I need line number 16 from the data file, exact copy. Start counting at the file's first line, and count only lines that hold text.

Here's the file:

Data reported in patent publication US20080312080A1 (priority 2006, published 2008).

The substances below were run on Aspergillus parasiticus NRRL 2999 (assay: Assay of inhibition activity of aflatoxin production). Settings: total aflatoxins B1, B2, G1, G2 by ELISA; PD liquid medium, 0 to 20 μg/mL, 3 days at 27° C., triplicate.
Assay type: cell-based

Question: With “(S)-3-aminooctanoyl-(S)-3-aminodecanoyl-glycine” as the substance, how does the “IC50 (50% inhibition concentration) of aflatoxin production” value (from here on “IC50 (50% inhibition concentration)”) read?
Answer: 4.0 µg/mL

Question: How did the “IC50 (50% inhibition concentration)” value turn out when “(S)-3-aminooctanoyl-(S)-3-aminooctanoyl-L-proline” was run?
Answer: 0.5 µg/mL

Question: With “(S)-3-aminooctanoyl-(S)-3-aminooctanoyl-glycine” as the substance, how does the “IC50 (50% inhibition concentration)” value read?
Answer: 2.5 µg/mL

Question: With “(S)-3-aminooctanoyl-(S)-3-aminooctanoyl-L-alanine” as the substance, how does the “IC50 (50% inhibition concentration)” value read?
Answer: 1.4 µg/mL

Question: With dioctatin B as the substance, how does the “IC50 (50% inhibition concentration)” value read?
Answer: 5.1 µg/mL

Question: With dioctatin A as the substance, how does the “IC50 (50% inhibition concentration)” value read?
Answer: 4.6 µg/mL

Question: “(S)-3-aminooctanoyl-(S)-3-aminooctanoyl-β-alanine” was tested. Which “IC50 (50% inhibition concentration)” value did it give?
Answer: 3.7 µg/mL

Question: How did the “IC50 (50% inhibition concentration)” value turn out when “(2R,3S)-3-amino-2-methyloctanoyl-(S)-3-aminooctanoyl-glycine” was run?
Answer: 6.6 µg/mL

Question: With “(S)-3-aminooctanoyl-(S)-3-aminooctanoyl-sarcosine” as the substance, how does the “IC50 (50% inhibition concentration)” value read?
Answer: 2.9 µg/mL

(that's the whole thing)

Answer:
Question: “(S)-3-aminooctanoyl-(S)-3-aminooctanoyl-β-alanine” was tested. Which “IC50 (50% inhibition concentration)” value did it give?